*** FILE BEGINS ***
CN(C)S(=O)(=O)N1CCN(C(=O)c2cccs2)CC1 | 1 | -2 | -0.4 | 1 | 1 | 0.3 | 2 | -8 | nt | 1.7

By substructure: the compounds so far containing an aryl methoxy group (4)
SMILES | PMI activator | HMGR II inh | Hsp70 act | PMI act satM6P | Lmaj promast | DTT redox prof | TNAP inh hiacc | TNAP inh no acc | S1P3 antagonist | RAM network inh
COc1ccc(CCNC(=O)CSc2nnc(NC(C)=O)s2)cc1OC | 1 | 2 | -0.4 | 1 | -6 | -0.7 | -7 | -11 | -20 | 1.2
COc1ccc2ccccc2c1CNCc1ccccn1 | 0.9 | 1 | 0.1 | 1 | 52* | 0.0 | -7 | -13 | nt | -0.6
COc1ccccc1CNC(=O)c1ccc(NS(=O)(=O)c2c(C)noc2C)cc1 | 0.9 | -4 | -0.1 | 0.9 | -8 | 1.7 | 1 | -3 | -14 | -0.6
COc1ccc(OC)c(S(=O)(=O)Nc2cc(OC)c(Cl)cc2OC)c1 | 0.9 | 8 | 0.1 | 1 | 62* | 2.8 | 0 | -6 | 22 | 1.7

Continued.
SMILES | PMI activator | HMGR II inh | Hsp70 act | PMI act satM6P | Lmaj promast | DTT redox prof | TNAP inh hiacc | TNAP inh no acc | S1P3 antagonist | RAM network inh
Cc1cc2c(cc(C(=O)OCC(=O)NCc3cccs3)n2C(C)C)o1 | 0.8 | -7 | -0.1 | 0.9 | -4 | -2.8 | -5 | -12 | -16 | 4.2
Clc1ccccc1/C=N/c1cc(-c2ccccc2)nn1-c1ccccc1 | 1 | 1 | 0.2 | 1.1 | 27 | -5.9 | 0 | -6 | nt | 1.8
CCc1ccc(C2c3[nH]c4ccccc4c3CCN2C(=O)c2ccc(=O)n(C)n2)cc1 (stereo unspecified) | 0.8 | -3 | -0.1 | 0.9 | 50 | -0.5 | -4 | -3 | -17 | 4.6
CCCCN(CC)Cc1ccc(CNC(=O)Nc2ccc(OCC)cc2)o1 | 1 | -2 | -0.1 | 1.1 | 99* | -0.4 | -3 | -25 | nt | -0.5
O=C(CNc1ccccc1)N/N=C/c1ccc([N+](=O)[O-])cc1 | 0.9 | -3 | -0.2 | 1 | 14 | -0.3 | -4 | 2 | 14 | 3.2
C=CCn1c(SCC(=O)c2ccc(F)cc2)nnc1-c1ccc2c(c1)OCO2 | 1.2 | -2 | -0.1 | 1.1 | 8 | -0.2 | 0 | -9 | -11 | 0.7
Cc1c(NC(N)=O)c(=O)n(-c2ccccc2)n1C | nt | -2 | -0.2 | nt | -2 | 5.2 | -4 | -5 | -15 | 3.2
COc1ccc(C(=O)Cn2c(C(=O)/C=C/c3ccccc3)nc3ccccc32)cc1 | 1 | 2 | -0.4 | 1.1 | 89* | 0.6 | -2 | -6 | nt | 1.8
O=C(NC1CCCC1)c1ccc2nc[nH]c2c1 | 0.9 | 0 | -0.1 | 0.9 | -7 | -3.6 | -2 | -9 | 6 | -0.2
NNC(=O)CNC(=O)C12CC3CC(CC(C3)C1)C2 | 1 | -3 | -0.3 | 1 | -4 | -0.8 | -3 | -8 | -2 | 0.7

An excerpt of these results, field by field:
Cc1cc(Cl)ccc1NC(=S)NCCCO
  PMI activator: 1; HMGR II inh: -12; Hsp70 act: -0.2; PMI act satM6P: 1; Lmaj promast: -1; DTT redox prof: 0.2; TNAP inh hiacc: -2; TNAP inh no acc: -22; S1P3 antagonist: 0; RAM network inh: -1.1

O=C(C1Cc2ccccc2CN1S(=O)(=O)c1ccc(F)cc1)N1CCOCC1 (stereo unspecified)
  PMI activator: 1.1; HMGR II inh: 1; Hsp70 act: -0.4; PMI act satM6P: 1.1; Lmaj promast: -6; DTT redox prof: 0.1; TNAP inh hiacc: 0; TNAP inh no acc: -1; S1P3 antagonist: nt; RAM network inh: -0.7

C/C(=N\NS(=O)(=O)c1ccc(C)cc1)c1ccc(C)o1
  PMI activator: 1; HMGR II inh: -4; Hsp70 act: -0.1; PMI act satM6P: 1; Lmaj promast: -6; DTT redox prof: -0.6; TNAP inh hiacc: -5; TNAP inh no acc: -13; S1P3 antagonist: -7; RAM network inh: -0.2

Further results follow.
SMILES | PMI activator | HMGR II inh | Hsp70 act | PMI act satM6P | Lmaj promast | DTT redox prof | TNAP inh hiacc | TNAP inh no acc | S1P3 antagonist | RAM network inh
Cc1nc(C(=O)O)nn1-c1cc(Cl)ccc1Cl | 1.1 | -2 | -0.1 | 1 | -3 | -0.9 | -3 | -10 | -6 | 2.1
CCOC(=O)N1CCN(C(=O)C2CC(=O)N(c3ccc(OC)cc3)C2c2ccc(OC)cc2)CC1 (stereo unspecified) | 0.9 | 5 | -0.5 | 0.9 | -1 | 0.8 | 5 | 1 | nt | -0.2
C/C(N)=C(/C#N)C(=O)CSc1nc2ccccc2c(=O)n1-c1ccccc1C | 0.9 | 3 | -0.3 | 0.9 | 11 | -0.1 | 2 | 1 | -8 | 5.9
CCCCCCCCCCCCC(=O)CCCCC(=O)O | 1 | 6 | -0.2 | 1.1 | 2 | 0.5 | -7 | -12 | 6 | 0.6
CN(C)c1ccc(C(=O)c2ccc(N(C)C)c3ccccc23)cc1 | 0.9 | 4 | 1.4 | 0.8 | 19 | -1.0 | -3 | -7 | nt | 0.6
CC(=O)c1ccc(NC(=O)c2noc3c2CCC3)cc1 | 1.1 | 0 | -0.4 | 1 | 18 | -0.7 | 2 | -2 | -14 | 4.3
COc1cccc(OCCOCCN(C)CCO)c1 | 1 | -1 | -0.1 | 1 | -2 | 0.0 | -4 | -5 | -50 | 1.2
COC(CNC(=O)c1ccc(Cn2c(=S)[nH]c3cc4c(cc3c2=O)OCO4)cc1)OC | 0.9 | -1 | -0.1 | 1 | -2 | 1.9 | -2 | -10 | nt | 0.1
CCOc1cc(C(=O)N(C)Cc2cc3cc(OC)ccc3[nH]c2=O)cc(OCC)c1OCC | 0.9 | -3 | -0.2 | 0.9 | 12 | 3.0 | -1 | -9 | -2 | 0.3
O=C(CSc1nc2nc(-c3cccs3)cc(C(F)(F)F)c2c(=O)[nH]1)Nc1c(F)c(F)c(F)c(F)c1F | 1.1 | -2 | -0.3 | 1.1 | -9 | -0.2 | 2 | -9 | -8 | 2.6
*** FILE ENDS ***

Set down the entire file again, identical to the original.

CN(C)S(=O)(=O)N1CCN(C(=O)c2cccs2)CC1 | 1 | -2 | -0.4 | 1 | 1 | 0.3 | 2 | -8 | nt | 1.7

By substructure: the compounds so far containing an aryl methoxy group (4)
SMILES | PMI activator | HMGR II inh | Hsp70 act | PMI act satM6P | Lmaj promast | DTT redox prof | TNAP inh hiacc | TNAP inh no acc | S1P3 antagonist | RAM network inh
COc1ccc(CCNC(=O)CSc2nnc(NC(C)=O)s2)cc1OC | 1 | 2 | -0.4 | 1 | -6 | -0.7 | -7 | -11 | -20 | 1.2
COc1ccc2ccccc2c1CNCc1ccccn1 | 0.9 | 1 | 0.1 | 1 | 52* | 0.0 | -7 | -13 | nt | -0.6
COc1ccccc1CNC(=O)c1ccc(NS(=O)(=O)c2c(C)noc2C)cc1 | 0.9 | -4 | -0.1 | 0.9 | -8 | 1.7 | 1 | -3 | -14 | -0.6
COc1ccc(OC)c(S(=O)(=O)Nc2cc(OC)c(Cl)cc2OC)c1 | 0.9 | 8 | 0.1 | 1 | 62* | 2.8 | 0 | -6 | 22 | 1.7

Continued.
SMILES | PMI activator | HMGR II inh | Hsp70 act | PMI act satM6P | Lmaj promast | DTT redox prof | TNAP inh hiacc | TNAP inh no acc | S1P3 antagonist | RAM network inh
Cc1cc2c(cc(C(=O)OCC(=O)NCc3cccs3)n2C(C)C)o1 | 0.8 | -7 | -0.1 | 0.9 | -4 | -2.8 | -5 | -12 | -16 | 4.2
Clc1ccccc1/C=N/c1cc(-c2ccccc2)nn1-c1ccccc1 | 1 | 1 | 0.2 | 1.1 | 27 | -5.9 | 0 | -6 | nt | 1.8
CCc1ccc(C2c3[nH]c4ccccc4c3CCN2C(=O)c2ccc(=O)n(C)n2)cc1 (stereo unspecified) | 0.8 | -3 | -0.1 | 0.9 | 50 | -0.5 | -4 | -3 | -17 | 4.6
CCCCN(CC)Cc1ccc(CNC(=O)Nc2ccc(OCC)cc2)o1 | 1 | -2 | -0.1 | 1.1 | 99* | -0.4 | -3 | -25 | nt | -0.5
O=C(CNc1ccccc1)N/N=C/c1ccc([N+](=O)[O-])cc1 | 0.9 | -3 | -0.2 | 1 | 14 | -0.3 | -4 | 2 | 14 | 3.2
C=CCn1c(SCC(=O)c2ccc(F)cc2)nnc1-c1ccc2c(c1)OCO2 | 1.2 | -2 | -0.1 | 1.1 | 8 | -0.2 | 0 | -9 | -11 | 0.7
Cc1c(NC(N)=O)c(=O)n(-c2ccccc2)n1C | nt | -2 | -0.2 | nt | -2 | 5.2 | -4 | -5 | -15 | 3.2
COc1ccc(C(=O)Cn2c(C(=O)/C=C/c3ccccc3)nc3ccccc32)cc1 | 1 | 2 | -0.4 | 1.1 | 89* | 0.6 | -2 | -6 | nt | 1.8
O=C(NC1CCCC1)c1ccc2nc[nH]c2c1 | 0.9 | 0 | -0.1 | 0.9 | -7 | -3.6 | -2 | -9 | 6 | -0.2
NNC(=O)CNC(=O)C12CC3CC(CC(C3)C1)C2 | 1 | -3 | -0.3 | 1 | -4 | -0.8 | -3 | -8 | -2 | 0.7

An excerpt of these results, field by field:
Cc1cc(Cl)ccc1NC(=S)NCCCO
  PMI activator: 1; HMGR II inh: -12; Hsp70 act: -0.2; PMI act satM6P: 1; Lmaj promast: -1; DTT redox prof: 0.2; TNAP inh hiacc: -2; TNAP inh no acc: -22; S1P3 antagonist: 0; RAM network inh: -1.1

O=C(C1Cc2ccccc2CN1S(=O)(=O)c1ccc(F)cc1)N1CCOCC1 (stereo unspecified)
  PMI activator: 1.1; HMGR II inh: 1; Hsp70 act: -0.4; PMI act satM6P: 1.1; Lmaj promast: -6; DTT redox prof: 0.1; TNAP inh hiacc: 0; TNAP inh no acc: -1; S1P3 antagonist: nt; RAM network inh: -0.7

C/C(=N\NS(=O)(=O)c1ccc(C)cc1)c1ccc(C)o1
  PMI activator: 1; HMGR II inh: -4; Hsp70 act: -0.1; PMI act satM6P: 1; Lmaj promast: -6; DTT redox prof: -0.6; TNAP inh hiacc: -5; TNAP inh no acc: -13; S1P3 antagonist: -7; RAM network inh: -0.2

Further results follow.
SMILES | PMI activator | HMGR II inh | Hsp70 act | PMI act satM6P | Lmaj promast | DTT redox prof | TNAP inh hiacc | TNAP inh no acc | S1P3 antagonist | RAM network inh
Cc1nc(C(=O)O)nn1-c1cc(Cl)ccc1Cl | 1.1 | -2 | -0.1 | 1 | -3 | -0.9 | -3 | -10 | -6 | 2.1
CCOC(=O)N1CCN(C(=O)C2CC(=O)N(c3ccc(OC)cc3)C2c2ccc(OC)cc2)CC1 (stereo unspecified) | 0.9 | 5 | -0.5 | 0.9 | -1 | 0.8 | 5 | 1 | nt | -0.2
C/C(N)=C(/C#N)C(=O)CSc1nc2ccccc2c(=O)n1-c1ccccc1C | 0.9 | 3 | -0.3 | 0.9 | 11 | -0.1 | 2 | 1 | -8 | 5.9
CCCCCCCCCCCCC(=O)CCCCC(=O)O | 1 | 6 | -0.2 | 1.1 | 2 | 0.5 | -7 | -12 | 6 | 0.6
CN(C)c1ccc(C(=O)c2ccc(N(C)C)c3ccccc23)cc1 | 0.9 | 4 | 1.4 | 0.8 | 19 | -1.0 | -3 | -7 | nt | 0.6
CC(=O)c1ccc(NC(=O)c2noc3c2CCC3)cc1 | 1.1 | 0 | -0.4 | 1 | 18 | -0.7 | 2 | -2 | -14 | 4.3
COc1cccc(OCCOCCN(C)CCO)c1 | 1 | -1 | -0.1 | 1 | -2 | 0.0 | -4 | -5 | -50 | 1.2
COC(CNC(=O)c1ccc(Cn2c(=S)[nH]c3cc4c(cc3c2=O)OCO4)cc1)OC | 0.9 | -1 | -0.1 | 1 | -2 | 1.9 | -2 | -10 | nt | 0.1
CCOc1cc(C(=O)N(C)Cc2cc3cc(OC)ccc3[nH]c2=O)cc(OCC)c1OCC | 0.9 | -3 | -0.2 | 0.9 | 12 | 3.0 | -1 | -9 | -2 | 0.3
O=C(CSc1nc2nc(-c3cccs3)cc(C(F)(F)F)c2c(=O)[nH]1)Nc1c(F)c(F)c(F)c(F)c1F | 1.1 | -2 | -0.3 | 1.1 | -9 | -0.2 | 2 | -9 | -8 | 2.6